3
\$\begingroup\$

I'm newbie in Python and I wrote a tool called Caesar Encryption Tool. At the moment it only encrypts. It takes a plain text and a key from the user then encrypts the plain text using the key. How can this code be improved?

# This is version 1.0 Caesar Encryption Tool and it will be improved.
# This tool is written by Mahmoud Naguib.
# My facebook account is at : https:\\www.facebook.com\naguibarea
# This is letters table.
lettersTable = ['A', 'B', 'C', 'D', 'E', 'F', 'G', 'H', 'I', 'J', 'K', 'L', 'M', 'N', 'O', 'P', 'Q',
            'R', 'S', 'T', 'U', 'V', 'W', 'X', 'Y', 'Z']
# This line takes the user's key it's 3 by default.
key = int(input('Enter your key : '))
# This line takes the user's plain text and converts it
#  to uppercase to search for it in the English alphabet.
plainText = input('Enter your plain text : ').upper()
for letter in range(len(plainText)):
    # If there is a letter which isn't alphabet like numbers,
    #  special characters and spaces it will be appended to the list.
    if plainText[letter] not in lettersTable:
        lettersTable.append(plainText[letter])
    # This line locates the plain letter's numeric value in other words its    position.
    position = lettersTable.index(plainText[letter])
    # This line adds the key entered by the user to the plain letter's
    #  numeric value to reach the new encrypted letter.
    step = position + key
    # if the encrypted letter's numeric value is greater than 25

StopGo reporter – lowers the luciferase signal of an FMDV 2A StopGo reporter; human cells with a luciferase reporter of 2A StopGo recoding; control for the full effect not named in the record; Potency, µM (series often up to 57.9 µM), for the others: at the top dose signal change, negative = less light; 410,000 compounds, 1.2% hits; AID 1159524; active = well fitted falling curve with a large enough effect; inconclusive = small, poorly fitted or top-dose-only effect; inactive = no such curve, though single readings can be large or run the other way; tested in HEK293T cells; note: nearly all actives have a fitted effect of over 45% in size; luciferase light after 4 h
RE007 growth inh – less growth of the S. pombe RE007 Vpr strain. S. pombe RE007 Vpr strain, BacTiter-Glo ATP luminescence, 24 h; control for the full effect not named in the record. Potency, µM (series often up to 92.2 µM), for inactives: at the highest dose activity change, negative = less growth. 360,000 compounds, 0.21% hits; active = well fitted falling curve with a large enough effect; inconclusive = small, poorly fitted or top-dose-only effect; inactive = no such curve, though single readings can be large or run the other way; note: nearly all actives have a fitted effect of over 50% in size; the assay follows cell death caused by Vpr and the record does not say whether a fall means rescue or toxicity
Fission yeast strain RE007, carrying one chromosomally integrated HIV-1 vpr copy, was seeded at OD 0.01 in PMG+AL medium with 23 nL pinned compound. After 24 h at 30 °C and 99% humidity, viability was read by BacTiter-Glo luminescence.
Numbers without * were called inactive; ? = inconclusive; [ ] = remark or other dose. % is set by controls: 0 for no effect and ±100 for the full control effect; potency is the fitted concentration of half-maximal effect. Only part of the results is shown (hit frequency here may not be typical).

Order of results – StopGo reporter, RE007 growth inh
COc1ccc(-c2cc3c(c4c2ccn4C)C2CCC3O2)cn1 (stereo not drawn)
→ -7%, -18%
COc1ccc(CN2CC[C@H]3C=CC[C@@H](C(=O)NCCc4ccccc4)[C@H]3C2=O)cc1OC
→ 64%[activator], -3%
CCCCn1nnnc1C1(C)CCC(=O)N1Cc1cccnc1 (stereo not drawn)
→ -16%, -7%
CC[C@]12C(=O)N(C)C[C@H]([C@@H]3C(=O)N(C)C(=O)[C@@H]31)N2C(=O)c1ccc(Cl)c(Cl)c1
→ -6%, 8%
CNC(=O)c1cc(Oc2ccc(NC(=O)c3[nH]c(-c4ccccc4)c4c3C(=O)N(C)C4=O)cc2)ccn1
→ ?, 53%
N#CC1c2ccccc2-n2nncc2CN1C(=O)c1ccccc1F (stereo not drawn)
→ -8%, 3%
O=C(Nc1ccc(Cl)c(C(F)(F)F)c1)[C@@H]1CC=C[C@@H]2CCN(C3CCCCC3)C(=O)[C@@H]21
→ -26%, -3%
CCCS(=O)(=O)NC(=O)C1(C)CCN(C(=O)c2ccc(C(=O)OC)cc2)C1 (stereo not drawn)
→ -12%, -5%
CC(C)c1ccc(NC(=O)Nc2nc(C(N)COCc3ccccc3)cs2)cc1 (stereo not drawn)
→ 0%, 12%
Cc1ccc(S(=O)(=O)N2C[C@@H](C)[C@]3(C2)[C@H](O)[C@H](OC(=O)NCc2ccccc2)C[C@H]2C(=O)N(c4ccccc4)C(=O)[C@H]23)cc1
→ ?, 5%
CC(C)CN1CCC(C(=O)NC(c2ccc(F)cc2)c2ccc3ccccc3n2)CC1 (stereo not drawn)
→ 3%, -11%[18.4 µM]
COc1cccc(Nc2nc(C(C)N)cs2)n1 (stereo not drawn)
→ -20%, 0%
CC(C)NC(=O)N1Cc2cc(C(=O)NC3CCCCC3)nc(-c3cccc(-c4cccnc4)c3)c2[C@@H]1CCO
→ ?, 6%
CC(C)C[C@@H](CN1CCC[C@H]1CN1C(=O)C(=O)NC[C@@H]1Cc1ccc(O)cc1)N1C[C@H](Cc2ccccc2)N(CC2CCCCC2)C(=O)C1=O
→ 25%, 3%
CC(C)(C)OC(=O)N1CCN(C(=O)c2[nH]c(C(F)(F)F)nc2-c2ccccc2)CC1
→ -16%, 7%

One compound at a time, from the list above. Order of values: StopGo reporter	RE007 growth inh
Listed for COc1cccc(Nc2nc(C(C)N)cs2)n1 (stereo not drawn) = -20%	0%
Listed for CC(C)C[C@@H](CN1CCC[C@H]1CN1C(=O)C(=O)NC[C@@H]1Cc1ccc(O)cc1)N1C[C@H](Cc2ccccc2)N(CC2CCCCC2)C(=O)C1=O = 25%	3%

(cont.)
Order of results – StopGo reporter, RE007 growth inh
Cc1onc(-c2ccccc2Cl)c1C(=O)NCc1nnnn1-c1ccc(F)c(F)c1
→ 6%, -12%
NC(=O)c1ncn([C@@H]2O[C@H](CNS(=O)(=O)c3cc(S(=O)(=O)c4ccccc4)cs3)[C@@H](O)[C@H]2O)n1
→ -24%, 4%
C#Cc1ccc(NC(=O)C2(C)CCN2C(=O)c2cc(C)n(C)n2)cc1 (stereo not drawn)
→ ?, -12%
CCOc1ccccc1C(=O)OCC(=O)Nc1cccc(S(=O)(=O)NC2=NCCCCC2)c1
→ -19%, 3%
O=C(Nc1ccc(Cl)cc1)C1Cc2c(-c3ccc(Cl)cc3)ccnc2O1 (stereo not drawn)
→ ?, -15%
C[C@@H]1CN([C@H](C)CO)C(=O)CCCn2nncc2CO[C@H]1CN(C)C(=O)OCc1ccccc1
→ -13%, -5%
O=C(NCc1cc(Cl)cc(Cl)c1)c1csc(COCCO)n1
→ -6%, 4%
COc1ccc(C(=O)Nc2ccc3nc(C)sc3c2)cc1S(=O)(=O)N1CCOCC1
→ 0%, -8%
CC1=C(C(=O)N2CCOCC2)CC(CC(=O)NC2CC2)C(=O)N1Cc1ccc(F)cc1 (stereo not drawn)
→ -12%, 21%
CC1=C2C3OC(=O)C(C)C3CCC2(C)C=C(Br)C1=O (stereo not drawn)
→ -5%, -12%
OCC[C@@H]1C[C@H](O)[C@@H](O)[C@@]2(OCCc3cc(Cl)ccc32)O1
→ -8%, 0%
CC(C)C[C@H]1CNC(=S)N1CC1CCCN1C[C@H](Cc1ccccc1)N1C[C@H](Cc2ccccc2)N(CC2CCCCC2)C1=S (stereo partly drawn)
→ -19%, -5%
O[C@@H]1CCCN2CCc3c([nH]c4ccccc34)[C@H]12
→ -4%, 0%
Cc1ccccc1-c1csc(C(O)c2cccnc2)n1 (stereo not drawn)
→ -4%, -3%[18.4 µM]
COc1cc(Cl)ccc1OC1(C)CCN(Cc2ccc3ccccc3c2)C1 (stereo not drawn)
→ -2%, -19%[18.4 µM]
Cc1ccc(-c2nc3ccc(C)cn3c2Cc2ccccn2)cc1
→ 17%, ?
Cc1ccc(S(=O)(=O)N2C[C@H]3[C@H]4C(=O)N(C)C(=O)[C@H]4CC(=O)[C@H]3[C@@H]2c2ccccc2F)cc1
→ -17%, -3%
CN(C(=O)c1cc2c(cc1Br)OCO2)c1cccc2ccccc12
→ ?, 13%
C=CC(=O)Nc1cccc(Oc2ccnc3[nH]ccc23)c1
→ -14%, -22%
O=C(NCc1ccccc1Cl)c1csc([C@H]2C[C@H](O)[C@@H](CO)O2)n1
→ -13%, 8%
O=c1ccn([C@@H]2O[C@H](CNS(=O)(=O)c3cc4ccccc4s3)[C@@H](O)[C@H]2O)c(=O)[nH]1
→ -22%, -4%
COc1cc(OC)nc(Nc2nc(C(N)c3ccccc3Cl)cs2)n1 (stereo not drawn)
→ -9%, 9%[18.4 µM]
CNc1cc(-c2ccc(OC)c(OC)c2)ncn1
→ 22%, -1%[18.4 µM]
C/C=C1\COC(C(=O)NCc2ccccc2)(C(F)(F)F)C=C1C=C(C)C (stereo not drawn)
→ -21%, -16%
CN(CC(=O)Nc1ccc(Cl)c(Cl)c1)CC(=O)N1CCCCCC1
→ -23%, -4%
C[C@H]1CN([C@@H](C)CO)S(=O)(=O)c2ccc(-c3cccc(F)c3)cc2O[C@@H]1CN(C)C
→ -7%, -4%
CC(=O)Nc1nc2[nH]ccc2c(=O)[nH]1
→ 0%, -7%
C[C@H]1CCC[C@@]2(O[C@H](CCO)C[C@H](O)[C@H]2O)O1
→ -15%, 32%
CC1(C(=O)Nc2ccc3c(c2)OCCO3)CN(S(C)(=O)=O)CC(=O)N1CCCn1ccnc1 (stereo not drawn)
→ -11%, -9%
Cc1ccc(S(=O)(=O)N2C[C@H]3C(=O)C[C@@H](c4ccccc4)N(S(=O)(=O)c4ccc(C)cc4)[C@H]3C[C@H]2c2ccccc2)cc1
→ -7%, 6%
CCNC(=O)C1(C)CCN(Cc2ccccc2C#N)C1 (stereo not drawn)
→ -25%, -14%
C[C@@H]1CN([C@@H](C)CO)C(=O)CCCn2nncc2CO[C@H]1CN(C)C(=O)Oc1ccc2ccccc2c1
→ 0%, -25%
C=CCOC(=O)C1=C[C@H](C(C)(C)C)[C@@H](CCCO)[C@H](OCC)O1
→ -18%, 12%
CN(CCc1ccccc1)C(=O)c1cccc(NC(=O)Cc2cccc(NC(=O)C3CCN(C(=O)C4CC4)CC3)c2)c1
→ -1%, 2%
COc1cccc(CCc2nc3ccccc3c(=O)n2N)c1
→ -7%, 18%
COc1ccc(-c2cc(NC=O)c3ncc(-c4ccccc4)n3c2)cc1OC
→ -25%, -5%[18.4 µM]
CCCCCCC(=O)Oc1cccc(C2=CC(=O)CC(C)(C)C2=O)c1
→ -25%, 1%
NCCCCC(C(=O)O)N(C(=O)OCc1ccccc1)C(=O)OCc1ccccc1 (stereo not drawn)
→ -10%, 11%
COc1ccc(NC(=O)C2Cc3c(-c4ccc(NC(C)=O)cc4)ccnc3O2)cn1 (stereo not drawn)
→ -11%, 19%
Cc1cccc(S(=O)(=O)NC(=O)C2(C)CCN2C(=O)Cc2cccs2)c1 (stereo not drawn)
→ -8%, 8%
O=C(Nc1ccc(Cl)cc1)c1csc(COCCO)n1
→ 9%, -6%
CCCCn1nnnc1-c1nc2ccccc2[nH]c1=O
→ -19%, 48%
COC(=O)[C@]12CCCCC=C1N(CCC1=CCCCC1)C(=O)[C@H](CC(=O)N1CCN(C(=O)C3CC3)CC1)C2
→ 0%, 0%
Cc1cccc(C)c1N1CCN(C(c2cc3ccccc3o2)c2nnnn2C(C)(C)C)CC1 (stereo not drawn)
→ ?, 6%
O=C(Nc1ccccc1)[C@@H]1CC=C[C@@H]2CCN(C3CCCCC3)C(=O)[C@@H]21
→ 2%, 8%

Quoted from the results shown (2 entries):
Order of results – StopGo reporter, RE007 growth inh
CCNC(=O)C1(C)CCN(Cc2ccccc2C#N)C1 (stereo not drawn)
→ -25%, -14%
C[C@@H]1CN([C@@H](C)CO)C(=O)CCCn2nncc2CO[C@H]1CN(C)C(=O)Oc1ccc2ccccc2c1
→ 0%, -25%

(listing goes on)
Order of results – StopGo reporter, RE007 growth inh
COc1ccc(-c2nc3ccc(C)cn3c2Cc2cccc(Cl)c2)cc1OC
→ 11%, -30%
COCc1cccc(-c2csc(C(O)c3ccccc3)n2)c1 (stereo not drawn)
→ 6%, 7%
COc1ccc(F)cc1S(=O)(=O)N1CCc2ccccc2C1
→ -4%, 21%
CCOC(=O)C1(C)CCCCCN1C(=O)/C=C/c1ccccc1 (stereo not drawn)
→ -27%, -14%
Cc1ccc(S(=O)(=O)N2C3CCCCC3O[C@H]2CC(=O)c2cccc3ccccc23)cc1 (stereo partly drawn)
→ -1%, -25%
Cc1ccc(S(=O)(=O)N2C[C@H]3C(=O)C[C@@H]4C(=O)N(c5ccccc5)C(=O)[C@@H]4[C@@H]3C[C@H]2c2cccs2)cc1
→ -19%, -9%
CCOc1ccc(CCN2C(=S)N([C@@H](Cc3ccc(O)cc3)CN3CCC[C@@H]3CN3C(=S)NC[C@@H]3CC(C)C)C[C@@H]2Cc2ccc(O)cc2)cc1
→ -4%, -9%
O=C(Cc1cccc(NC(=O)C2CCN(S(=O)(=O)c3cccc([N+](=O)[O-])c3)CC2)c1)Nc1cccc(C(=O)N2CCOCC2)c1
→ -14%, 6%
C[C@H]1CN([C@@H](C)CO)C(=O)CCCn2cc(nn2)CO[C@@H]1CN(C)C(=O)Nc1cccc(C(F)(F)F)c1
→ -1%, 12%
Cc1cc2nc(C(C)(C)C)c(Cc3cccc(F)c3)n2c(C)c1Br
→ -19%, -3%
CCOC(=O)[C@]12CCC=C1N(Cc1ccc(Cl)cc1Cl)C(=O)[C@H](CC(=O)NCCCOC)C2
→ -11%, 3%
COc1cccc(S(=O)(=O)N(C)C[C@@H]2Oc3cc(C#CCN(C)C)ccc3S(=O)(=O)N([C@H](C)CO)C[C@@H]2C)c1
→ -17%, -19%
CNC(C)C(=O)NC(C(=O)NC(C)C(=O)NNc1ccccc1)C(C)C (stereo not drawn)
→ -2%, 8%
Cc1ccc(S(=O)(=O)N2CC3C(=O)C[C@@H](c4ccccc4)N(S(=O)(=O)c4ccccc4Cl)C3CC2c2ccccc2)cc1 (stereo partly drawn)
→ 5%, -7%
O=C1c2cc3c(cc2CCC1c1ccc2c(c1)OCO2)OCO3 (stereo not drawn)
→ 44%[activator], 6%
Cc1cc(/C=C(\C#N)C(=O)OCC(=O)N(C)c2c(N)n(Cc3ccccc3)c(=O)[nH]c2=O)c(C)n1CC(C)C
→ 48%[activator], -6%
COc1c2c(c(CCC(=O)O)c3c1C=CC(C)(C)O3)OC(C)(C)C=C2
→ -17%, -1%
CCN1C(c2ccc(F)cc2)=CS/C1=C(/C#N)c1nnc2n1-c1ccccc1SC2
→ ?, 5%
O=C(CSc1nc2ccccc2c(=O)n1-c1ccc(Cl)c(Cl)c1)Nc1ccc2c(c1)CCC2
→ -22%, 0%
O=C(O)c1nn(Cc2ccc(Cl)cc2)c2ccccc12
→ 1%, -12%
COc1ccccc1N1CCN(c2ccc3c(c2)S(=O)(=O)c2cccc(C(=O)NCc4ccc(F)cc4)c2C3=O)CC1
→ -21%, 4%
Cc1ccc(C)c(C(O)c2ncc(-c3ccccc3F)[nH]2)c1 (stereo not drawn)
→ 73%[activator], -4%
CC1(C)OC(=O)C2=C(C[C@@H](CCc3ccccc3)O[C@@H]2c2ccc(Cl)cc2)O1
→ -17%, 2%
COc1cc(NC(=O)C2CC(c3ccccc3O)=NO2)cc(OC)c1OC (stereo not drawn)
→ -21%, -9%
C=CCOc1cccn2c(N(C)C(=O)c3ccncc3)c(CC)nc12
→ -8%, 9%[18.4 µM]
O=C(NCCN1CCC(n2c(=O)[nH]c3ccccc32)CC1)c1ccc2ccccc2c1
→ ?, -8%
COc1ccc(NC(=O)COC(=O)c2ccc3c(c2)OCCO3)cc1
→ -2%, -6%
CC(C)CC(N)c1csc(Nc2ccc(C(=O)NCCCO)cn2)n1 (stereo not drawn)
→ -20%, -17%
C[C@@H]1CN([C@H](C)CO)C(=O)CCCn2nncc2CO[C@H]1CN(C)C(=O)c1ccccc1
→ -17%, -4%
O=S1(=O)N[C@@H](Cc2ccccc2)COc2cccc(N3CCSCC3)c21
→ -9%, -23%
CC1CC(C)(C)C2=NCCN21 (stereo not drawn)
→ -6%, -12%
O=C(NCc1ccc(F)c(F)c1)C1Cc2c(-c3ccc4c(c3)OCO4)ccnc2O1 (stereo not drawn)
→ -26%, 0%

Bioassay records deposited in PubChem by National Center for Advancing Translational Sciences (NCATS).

#  then its new numeric value is the old numeric valuu %
    #  the number of English alphabet letters.
    if step > 25:
        step %= 26
    # If position is greater than 25 that means it's not an alphabet
    #  value and it will be printed without adding the key.
    if position > 25:
        step = position
    # This line locates the encrypted letter's numeric value in other words
    #  its position and prints the encrypted letter.
    # end is a keyword argument to combine all letters together.
    print(lettersTable[step], end='')
\$\endgroup\$
3
\$\begingroup\$

Welcome to Code Review.

I would be going through this code quickly.

  1. Read PEP 8. It is de facto standard for coding in python. Generally, we name the variables in lower_case_with_underscore, and any constant used as CONSTANT_UNDERSCORE.
  2. Use in-built functions. You are using your letters_table to find out whether the character is alphabet or not, use isalpha() instead. Similarly you can use ord and chr functions which would allow you to preserve case. Using all of these functions would remove the need of letters_table
  3. Keep consistent comments. Your comments indicated that key default value is 3. It is not, and if I leave input blank, it would raise error.
  4. Make your code modular. You can easily separate your I/O logic with implementation logic. (Use functions)

Since you indicate you want to improve this code yourself, I would refrain from posting refactored version of your code. (If you want me to as an example, I can do that).

Here are some more improvements which you could incorporate:

  1. Allow user an option to select between encryption and decryption mode. (with functions, this would be done by having an extra parameter with default value)
  2. Other encryption logic while maintaining the same I/O logic. (Would help you understand power of function modules)

Some Python code quality skills which might be handy in future:

  1. Write useful docstring (see examples in link). While for this program, your comments are more than enough, it is useful skill.
  2. Learn to write some assertion tests and then unit tests.
\$\endgroup\$
  • \$\begingroup\$ Thank you for your answer! I'll take this tips in mind when I learn more about Python and when I develop my code.You are absoulotely right. \$\endgroup\$ – Mahmud Muhammad Naguib Oct 10 '15 at 18:27